A couple of days ago a short trip took us to some small islands in the Titicaca lake. The lake Titicaca is really magnificent – situated at 3800 meters above the sea level one have the feeling of being at the Mediterranean Sea. The surrounding mountains despite of their height of around 6000 meters look rather like regular ones. The lake Titicaca is the second largest in South America.
We just took the usual touristic route and visited first one of the floating Uros islands which are completely made of reed. You pay entry fee to go on the island, to see how the people live and to learn something about their traditions. As one of our group members said it’s a little bit like visiting the zoo or a circus. Actually it’s sad, but the people do it voluntarily – that’s their choice. However I think tourism is a good profit opportunity for them while they are living aside from the stressful civilization. But they are catching up quite fast with the modern world. The latest invention that reached the Uros Islands is the solar energy. So in the middle of a floating island you have solar panels providing electricity and of course enabling them to watch TV! I am wondering how long is it going to take until they get internet.
Our second stop was at the island Taquile. This is a common island at the Peruvian side of the lake around one and a half hours away from Puno with the speed boat. After climbing a few – I think about 200 – steps we reached the middle of the hill where our restaurant was situated. On that height it was really exhausting. But it was worth because of the stunning view over the lake.
The place where we had lunch was furnished very basic. Although our guide called it a restaurant I would rather describe it as lunch in a private house. A rustic tables with wooden benches were put on the grass and a white canvas was tensed over them as a sunscreen. Really romantic if we were not a group of 30 people.
The most interesting part of our trip was the explanation of the local customs and traditional dresses that we got from our guide. We visited two different communities on that day – the first were the Uros which actually got mixed with the Aymara people and the second were the Quetchua people. Both communities are still wearing mainly traditional costumes. Within each of the two communities there are specific status symbols that enable everyone to see if a woman or a man is single, married, widowed or even willing to get married.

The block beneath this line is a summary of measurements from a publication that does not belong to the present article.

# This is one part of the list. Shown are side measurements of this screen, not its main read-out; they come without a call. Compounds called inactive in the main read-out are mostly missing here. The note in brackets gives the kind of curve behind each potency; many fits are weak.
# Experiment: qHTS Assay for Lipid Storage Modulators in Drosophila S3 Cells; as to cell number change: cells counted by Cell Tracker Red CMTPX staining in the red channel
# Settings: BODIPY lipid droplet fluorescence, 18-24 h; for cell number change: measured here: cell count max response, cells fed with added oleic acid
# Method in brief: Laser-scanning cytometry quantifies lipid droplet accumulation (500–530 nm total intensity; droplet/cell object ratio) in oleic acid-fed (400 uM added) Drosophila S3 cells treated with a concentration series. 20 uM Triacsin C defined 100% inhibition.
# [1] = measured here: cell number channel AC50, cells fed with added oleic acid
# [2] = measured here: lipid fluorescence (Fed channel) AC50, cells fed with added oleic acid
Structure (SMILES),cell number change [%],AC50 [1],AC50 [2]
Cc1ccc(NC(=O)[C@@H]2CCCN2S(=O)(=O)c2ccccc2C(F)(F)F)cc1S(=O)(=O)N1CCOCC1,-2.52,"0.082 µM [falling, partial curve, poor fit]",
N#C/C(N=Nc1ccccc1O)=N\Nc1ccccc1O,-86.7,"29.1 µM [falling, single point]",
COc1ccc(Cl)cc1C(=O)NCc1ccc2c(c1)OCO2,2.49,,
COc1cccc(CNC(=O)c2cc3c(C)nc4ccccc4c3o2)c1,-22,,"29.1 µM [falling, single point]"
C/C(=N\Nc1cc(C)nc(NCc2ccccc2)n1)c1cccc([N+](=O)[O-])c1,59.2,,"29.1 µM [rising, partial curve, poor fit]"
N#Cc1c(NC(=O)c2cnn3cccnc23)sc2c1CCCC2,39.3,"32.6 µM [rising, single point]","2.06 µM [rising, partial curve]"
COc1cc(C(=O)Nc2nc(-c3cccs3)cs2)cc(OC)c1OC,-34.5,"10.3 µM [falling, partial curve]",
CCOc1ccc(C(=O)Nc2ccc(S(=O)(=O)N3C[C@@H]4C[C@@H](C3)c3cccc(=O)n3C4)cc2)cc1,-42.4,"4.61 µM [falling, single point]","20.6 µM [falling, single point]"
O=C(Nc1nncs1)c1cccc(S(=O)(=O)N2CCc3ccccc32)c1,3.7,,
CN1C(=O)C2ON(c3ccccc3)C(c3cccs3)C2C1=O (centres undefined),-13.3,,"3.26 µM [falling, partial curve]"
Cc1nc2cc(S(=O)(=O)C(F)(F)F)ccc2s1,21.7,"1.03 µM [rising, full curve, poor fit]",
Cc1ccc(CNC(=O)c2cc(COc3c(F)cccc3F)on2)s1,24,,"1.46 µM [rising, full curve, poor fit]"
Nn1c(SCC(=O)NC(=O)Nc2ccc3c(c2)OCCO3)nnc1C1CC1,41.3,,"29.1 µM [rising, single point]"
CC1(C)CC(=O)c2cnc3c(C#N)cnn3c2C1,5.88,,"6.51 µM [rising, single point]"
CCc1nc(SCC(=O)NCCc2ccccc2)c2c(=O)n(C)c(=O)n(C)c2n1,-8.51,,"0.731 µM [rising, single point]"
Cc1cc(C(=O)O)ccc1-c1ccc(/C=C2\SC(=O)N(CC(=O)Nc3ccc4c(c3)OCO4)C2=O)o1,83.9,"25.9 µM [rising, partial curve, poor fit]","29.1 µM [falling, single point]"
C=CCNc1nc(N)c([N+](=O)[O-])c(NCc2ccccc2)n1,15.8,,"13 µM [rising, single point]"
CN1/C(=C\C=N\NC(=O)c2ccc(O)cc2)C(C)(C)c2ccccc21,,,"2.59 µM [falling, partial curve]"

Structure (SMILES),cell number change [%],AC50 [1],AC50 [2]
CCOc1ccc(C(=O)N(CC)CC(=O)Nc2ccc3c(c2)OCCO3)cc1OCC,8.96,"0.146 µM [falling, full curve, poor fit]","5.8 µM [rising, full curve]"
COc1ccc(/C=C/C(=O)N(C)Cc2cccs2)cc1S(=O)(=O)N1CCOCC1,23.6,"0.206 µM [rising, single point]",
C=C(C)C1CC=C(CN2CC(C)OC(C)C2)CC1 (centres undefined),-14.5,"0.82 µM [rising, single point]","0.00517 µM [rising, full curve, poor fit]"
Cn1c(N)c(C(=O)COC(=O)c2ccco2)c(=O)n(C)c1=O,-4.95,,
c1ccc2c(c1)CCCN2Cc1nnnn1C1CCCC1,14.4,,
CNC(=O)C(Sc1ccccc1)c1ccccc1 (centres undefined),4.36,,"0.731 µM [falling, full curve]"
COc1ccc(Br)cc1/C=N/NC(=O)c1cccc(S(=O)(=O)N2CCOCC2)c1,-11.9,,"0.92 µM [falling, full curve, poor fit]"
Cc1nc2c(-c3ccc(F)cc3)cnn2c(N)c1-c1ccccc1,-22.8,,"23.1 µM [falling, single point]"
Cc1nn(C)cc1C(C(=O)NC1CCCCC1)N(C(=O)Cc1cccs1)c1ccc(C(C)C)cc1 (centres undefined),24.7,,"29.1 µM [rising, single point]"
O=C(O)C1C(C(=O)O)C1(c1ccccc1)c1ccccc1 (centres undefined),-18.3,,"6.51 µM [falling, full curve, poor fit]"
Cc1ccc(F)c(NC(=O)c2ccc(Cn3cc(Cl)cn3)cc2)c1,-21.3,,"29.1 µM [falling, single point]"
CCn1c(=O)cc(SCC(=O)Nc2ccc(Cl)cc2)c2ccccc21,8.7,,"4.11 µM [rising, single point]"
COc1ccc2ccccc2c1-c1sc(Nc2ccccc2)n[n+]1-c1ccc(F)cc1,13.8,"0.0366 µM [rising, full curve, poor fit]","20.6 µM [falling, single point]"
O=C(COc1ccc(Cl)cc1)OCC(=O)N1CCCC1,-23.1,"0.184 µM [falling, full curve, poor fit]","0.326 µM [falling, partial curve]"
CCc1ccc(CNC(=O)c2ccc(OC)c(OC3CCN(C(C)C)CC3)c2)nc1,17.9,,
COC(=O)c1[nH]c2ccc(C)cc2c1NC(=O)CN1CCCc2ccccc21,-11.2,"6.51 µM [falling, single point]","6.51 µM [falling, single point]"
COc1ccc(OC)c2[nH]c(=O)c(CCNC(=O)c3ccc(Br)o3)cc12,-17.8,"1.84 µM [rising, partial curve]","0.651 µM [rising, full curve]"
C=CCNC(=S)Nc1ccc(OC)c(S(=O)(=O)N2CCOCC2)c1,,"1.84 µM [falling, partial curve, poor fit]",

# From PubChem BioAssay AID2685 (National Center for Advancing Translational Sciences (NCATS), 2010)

The most important piece of cloth is the hat or the cap. Married men wear red caps – the single one white red coloured. The Quetchua women have big black scarfs covering their heads and shoulders. The married ones have black or brown pompons on their scarfs the single ones have colorful pompons. The same tradition with the different colored pompons can be also seen in the traditional costume of the Aymara women. The difference between them and the Quetchuas is that they do not use scarfs but are putting the pompons in their long hair. Quetchua male and female children wear also different coloured caps. Community members with higher social status can even wear a cap and a hat one above the other.
Status symbols seem to have really long tradition in the human culture even if we do not realize this in Europe nowadays. They changed within time and got more complicated to understand. But if we look closer in different societies we are going to find them. For me as a women one of the most important is the handbag. I am not sure if it is possible at all for someone to refuse status symbols. Actually they are regulated by the community. Driving Porsche compared to driving VW separates two completely different social groups, as also wearing a Birkin bag compared to wearing a bag from Esprit or Zara.
What do you think about status symbols? Are there any particular and interesting in your community?
P.S. As I have some problems with my camera recently the uploaded pictures are not the best 🙁
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